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Noesis Report summarises Airports and their Impact on the Hospitality & Overall Economy

Nandivardhan Jain, CEO, Noesis

Civil aviation minister, Jyotiraditya Scindia, addressed the Lok Sabha on 23rd, March 2022 requesting funds to open 80 new airports by 2025 as a part of the government’s ‘Ude Desh ka Aam Naagrik’ scheme. He made the arguments that 3.82 lakh passengers flew daily in the past seven days (from the date of the speech), domestic travel saw a rise to 8.38 crore in 2021 from 2020’s 6.3 crore and that Indian companies in international freight have now reached 19% from the earlier 2% during the coronavirus pandemic limitations. 

Although his speech was tuned towards opening new airports and increasing connectivity according to the government scheme, development of airports has proven to have significant impacts in the region they are constructed in. These include both economic and social benefits that generally end up coming with the construction of the airport and the advantages that may follow with the increased, domestic and international, connectivity. 

The implications of airports are mostly visible in four stages. 

a.       The primary effects, which are the short-term gains, mostly arise in the construction stage.

b.      The secondary effects – which are the local economic benefits of operating the airport.

c.       Tertiary effect – that arises from the location becoming more visible and accessible at a macro level.

d.      The perpetuity effect revolves around the idea that economic growth once stated becomes self-sustainable. 

A good example of these effects was highlighted by the Chandigarh airport. The construction of the airport increased the output of the national economy by ₹3,105 crores, added ₹1,298 crore and created around 57,000 jobs. Similarly, the construction of The Chhatrapati Shivaji international airport in Mumbai increased the output of the national economy by ₹32,960 crore while adding ₹19,780 crores and generating 10, 98,000 jobs.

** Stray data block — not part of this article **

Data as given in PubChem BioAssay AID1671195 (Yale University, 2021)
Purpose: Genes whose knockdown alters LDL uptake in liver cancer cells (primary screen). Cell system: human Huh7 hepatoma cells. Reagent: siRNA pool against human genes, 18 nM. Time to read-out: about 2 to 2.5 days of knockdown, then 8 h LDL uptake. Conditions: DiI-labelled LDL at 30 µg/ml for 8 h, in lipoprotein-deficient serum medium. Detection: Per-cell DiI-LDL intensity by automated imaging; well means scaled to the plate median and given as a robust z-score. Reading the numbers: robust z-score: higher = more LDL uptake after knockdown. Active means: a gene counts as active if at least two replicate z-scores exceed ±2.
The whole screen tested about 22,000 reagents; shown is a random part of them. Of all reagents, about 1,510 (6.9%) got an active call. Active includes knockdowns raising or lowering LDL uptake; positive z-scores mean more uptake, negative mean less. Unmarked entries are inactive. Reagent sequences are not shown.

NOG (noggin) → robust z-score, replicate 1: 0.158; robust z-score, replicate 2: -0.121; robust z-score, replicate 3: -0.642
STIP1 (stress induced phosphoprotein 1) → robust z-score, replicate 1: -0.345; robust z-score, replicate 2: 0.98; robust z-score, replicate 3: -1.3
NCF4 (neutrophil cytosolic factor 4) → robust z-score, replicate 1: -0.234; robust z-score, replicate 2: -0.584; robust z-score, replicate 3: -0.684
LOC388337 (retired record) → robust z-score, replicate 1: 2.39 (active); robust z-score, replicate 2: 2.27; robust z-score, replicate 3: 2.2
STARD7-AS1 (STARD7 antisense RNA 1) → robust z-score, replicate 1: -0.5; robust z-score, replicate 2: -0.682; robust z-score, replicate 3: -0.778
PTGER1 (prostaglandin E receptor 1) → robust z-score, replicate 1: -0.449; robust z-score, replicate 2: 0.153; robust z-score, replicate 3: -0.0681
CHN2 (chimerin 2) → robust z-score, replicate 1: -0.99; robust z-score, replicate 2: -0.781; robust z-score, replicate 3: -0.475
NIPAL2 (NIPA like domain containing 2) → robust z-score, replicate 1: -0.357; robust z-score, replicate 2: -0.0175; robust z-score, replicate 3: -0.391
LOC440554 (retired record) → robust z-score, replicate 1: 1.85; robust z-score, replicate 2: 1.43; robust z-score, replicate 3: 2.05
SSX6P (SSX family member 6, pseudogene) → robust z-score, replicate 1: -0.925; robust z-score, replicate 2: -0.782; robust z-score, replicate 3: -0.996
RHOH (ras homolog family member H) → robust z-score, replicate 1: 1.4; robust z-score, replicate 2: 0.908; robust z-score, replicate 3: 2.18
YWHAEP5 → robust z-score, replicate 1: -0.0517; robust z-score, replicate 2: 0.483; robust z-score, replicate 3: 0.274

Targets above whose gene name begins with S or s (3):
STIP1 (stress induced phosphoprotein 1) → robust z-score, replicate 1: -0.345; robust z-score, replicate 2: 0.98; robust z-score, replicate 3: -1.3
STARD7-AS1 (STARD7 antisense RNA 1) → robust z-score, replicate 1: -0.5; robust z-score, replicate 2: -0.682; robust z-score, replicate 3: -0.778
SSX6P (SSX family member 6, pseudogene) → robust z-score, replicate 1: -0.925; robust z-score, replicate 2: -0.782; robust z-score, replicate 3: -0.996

The rise in connectivity, accessibility and visibility then also leads to social benefits such as new trade possibilities, an increase in employment, travel options and cultural awareness. These factors also act as tools to attract investments and build the tourism and hospitality industry. What creates a tourist hub differs in a variety of factors, but they all have one aspect in common and that is that they are easily accessible. Likewise with the hospitality industry. 

Airports across major cities of India have also seen a rise in passenger traffic in the last financial year. The recovery of passenger traffic from the lockdown of the pandemic is on the way with all key markets reaching closer to their 2019 demand. Air connectivity across the nation is a necessity in today’s world to allow a region to reach its true potential. 

Nandivardhan Jain, CEO NOESIS said: “If 80 new airports by 2025 come, then this will give a massive boost to the hospitality sector as there will be demand for 25,000 more hotel rooms in these markets. Subject to concerned authorities successfully managing to plan & build hospitality districts around these airports, the effective implementation of local tourism programs at these destinations will lead to an opportunity to create millions of job opportunities. These proposed airports are an opportunity to strengthen local economies”.


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